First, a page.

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David Toback, Attorney at Law
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Get the Most From Large Settlements

If you are expecting a personal injury settlement, or any kind of settlement that could wield a significant sum of money all at one time, the last thing on your mind may be taxation of those funds, or how to invest them. But knowing some ins and outs of planning for a lawsuit settlement can help make those settlement funds go farther and last longer.

When Settlements are Taxable

In some cases, money received for damages after an injury is not taxable, but the settlement must result from a physical injury. Settlements for only emotional or mental injuries, or that involve a wrong that doesn’t involve physical damage (such as employment discrimination, or breach of contract), are taxable. However, if the mental or emotional damages arise from or are caused by a physical injury, they will not be taxed.

If possible, when receiving settlements, victims should try to avoid receiving just a lump sum settlement. Rather, it is best to try to break up the settlement amount, to ensure that the compensation is specified for non-taxable damages. This includes punitive damages, which are almost always taxable.

Using Structured Settlements

In many cases, those receiving larger settlements may want to consider structured settlements. These are actually annuities, purchased by the party paying the settlement. There are pros and cons to annuities.

The pros are that the income may not be taxable, no matter what they are for. Also, because the payor (the party paying you in the settlement) isn’t paying the entire amount all at once, it may agree to settle your case for a higher amount. Being willing to take a structured settlement can thus yield higher settlement values.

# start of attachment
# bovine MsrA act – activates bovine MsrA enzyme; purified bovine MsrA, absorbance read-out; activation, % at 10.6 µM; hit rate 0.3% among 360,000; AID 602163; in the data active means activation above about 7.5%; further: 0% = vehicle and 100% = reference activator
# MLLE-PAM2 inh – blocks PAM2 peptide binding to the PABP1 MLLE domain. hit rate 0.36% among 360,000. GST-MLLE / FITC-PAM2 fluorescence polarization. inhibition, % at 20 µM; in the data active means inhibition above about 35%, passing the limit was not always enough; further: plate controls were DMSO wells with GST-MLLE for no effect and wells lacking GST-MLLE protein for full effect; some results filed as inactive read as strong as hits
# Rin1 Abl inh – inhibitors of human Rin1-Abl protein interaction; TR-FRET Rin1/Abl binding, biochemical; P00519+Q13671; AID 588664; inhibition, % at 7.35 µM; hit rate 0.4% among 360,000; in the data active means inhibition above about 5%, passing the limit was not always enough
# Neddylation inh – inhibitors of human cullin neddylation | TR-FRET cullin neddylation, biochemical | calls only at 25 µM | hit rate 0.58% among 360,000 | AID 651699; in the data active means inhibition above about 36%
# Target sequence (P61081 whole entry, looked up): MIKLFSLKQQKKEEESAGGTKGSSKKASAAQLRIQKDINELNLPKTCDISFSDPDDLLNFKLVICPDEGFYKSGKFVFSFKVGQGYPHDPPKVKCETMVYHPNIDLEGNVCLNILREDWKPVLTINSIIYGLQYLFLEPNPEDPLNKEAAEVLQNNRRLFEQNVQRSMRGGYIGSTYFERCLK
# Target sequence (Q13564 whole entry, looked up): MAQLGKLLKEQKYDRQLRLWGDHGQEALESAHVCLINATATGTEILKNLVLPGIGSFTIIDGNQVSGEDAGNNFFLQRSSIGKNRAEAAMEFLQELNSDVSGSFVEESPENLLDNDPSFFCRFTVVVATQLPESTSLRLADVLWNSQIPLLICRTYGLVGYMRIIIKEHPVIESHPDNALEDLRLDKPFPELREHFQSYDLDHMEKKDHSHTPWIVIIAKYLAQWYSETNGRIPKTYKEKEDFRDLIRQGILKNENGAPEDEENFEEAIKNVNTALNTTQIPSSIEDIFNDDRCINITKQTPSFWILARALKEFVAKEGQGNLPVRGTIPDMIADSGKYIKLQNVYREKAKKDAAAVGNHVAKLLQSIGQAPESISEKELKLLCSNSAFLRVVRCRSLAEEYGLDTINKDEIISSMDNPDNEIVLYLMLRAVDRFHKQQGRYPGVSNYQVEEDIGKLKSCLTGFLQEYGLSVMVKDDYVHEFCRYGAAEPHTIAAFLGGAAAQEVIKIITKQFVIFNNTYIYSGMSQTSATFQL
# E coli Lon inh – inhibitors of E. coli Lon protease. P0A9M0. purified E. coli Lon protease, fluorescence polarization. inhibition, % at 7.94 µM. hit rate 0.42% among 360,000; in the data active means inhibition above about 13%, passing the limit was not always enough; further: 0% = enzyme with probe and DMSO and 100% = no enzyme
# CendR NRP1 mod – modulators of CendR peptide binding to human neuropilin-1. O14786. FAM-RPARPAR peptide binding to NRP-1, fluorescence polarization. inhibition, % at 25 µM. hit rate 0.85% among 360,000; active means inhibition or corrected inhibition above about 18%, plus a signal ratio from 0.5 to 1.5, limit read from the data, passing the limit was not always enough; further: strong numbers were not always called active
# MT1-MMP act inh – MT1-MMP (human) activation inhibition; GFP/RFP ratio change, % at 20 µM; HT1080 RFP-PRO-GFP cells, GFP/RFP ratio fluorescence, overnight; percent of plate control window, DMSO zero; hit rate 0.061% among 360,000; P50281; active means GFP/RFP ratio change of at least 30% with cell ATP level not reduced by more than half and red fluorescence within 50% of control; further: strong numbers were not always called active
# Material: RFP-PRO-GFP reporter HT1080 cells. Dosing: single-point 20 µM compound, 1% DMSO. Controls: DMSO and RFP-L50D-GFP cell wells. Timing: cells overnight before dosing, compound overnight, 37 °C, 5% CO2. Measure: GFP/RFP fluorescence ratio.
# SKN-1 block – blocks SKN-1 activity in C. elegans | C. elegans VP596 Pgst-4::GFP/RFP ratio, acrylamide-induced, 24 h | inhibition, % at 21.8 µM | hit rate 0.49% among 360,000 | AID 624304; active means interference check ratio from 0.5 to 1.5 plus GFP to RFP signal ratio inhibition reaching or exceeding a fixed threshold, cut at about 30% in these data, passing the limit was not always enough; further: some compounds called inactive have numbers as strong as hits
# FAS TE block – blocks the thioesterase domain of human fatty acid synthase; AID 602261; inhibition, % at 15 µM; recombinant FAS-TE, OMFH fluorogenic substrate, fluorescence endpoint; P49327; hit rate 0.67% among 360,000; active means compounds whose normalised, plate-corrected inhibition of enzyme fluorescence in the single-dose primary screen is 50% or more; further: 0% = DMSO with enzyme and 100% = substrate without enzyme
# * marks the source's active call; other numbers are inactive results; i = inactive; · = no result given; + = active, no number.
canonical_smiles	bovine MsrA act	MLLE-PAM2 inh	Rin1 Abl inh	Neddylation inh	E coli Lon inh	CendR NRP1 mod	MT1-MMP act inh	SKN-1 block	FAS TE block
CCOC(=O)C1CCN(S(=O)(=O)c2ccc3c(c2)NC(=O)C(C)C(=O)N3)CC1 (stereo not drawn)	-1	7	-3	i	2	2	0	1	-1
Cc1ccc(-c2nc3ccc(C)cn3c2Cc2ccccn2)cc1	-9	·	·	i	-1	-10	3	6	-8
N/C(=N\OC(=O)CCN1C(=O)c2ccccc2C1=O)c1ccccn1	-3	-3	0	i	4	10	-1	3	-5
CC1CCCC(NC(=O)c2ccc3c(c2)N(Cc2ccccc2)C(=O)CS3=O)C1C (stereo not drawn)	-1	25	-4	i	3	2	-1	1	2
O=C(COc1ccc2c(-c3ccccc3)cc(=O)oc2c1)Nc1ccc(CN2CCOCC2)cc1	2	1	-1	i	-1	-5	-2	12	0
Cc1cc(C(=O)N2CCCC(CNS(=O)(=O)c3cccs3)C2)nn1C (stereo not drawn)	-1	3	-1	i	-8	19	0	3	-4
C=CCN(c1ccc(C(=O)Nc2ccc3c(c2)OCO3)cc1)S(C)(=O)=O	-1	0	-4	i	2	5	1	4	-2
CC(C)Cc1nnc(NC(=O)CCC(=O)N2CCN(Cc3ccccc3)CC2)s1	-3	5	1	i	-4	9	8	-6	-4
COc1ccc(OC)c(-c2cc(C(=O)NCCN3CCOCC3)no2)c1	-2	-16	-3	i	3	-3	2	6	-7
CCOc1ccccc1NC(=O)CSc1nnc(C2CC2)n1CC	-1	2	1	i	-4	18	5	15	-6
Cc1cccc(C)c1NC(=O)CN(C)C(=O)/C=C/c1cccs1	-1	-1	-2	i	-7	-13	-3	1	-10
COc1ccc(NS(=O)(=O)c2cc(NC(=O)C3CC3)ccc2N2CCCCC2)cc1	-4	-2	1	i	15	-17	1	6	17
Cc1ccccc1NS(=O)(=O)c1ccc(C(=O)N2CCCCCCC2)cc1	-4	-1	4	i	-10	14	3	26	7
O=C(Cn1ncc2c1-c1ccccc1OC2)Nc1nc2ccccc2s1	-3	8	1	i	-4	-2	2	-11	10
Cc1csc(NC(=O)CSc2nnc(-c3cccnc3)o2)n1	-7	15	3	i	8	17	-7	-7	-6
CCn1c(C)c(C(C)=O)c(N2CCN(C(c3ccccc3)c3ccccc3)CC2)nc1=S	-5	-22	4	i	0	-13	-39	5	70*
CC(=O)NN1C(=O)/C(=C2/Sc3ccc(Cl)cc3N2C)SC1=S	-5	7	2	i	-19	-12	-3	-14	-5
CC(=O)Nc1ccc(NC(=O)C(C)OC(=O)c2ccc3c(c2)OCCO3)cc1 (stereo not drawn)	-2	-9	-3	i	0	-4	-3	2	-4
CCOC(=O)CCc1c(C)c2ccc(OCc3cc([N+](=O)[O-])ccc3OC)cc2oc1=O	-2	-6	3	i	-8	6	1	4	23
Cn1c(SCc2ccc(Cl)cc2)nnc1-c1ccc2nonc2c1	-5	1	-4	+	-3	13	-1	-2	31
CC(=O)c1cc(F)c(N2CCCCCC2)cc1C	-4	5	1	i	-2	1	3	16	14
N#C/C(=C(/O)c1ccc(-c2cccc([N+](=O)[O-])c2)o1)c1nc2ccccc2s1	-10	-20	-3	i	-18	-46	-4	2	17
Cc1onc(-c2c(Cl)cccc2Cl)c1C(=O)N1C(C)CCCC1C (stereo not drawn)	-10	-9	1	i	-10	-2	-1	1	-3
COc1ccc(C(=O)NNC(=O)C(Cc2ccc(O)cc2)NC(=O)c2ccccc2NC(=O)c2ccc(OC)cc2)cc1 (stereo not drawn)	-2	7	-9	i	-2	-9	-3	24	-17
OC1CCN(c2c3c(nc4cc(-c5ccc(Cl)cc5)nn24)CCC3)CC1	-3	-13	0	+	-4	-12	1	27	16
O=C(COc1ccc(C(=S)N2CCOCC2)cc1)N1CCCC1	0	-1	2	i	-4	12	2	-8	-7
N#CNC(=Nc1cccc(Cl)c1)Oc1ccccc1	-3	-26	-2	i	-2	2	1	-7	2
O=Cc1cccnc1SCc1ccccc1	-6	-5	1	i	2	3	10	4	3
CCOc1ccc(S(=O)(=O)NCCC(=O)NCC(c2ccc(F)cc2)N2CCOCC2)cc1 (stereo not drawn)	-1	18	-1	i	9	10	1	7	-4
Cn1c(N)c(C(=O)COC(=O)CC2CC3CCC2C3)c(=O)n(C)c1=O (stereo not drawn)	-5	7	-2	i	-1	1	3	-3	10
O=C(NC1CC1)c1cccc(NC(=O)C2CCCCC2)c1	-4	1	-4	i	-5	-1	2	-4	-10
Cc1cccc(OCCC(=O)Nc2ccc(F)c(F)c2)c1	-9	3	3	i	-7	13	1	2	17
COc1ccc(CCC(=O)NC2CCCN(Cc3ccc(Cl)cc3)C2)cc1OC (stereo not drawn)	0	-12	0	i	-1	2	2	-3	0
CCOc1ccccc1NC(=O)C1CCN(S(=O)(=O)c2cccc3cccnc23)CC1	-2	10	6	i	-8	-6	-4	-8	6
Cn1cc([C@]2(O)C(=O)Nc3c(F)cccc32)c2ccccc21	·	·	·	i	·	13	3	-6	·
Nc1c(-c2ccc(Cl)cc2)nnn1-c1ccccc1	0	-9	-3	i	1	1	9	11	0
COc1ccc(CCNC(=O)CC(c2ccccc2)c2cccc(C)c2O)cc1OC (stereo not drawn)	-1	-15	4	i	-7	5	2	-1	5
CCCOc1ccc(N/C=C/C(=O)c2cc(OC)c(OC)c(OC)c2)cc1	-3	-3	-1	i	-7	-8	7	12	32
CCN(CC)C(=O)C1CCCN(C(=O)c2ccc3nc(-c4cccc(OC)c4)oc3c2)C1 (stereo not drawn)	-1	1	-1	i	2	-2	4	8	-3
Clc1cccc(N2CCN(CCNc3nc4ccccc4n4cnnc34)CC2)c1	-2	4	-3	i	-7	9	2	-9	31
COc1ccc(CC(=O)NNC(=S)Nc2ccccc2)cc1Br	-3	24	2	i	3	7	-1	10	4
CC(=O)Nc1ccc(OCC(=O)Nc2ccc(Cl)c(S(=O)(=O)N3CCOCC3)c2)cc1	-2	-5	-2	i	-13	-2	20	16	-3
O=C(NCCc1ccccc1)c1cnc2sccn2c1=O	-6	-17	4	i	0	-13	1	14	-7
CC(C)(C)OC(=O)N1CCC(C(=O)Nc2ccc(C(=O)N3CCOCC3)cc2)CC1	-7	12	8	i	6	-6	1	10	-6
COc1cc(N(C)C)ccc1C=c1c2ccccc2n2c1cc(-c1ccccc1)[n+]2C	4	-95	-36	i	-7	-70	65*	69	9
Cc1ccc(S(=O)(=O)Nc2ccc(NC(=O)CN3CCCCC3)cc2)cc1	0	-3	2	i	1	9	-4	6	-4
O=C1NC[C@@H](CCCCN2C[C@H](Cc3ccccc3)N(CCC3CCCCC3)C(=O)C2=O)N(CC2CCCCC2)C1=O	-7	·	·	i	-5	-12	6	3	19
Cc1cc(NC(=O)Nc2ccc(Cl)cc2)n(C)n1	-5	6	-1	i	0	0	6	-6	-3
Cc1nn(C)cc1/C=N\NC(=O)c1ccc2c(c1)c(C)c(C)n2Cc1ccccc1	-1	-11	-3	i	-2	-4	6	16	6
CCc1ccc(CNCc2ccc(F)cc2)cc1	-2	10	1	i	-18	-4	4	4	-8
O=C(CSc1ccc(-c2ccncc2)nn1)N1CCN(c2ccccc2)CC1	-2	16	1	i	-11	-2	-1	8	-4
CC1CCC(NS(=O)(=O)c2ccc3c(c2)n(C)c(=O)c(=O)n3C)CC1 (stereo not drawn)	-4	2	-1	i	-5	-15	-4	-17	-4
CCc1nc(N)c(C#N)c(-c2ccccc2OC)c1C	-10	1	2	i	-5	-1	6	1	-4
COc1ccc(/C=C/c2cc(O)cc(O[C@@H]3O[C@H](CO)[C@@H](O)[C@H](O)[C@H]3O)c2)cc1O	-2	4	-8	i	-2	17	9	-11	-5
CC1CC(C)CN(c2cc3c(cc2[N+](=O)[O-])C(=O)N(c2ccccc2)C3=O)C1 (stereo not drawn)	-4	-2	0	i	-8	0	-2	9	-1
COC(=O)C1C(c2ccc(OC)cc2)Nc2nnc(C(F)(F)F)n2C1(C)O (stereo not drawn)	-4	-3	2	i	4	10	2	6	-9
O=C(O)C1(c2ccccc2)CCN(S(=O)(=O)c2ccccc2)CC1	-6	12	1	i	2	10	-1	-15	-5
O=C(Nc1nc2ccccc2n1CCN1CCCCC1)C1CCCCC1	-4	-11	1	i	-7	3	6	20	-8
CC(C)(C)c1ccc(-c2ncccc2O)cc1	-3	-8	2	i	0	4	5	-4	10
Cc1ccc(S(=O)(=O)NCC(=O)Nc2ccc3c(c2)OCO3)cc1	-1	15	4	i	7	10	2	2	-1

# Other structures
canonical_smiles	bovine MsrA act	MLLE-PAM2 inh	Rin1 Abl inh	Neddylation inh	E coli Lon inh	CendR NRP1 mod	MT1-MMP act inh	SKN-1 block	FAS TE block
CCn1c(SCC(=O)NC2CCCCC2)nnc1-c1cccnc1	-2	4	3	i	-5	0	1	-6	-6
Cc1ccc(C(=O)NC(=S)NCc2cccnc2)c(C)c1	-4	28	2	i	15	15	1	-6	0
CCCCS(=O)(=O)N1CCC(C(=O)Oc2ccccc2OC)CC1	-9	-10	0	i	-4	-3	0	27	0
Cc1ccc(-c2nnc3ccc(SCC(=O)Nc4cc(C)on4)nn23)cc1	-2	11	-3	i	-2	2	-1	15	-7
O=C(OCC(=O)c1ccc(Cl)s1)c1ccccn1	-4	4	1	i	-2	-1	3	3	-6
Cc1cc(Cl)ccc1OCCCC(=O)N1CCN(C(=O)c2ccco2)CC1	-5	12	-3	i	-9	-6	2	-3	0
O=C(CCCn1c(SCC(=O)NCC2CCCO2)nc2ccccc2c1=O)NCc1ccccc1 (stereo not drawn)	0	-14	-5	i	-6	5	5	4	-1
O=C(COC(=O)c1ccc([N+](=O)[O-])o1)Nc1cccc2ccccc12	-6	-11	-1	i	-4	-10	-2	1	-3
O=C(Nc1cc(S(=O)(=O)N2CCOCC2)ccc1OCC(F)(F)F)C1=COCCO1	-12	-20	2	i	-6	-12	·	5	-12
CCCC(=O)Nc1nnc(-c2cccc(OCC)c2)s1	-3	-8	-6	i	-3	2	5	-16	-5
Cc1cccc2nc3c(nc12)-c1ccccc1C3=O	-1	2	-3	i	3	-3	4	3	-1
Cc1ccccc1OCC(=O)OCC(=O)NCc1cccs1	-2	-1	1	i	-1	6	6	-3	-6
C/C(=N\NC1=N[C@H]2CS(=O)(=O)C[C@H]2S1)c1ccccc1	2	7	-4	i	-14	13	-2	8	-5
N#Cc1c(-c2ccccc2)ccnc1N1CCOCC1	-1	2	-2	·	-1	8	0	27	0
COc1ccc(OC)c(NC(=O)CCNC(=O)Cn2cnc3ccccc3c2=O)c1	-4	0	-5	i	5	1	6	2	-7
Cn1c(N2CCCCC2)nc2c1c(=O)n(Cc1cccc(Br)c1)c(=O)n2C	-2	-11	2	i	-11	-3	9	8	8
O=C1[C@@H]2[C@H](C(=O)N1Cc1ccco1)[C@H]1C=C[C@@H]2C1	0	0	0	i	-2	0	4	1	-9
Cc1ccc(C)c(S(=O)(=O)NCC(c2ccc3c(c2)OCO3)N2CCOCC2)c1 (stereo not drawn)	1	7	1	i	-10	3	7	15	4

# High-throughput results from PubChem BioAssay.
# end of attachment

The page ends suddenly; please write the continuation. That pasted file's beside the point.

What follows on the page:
The con of a structured settlements is that like any annuity, the settlement will come in periodic payments, which could be over a period of years. Those who need cash up front or immediately may not be able to take advantage of a structured settlement (although in certain cases an up-front payment can be arranged). Of course, extended payments could also be seen as a benefit, if it avoids someone from spending all their money all at once.

Depending on the kind of annuity, the payment amounts could vary depending on the state of the economy. Like any investment, the safer it is, the lower the payout, but the more immune it will be to shifts in the market and the economy—although annuities in general are considered some of the safest investments out there.

There are many companies that provide annuities. Speak to your attorney about getting one involved in your case if you are nearing discussion of settlement. In many cases, a professional can even attend settlement conferences or mediations to assist.

Make your assets last as long as they can, and maximize their value. Contact Tampa business, asset and probate attorney David Toback to discuss your needs.

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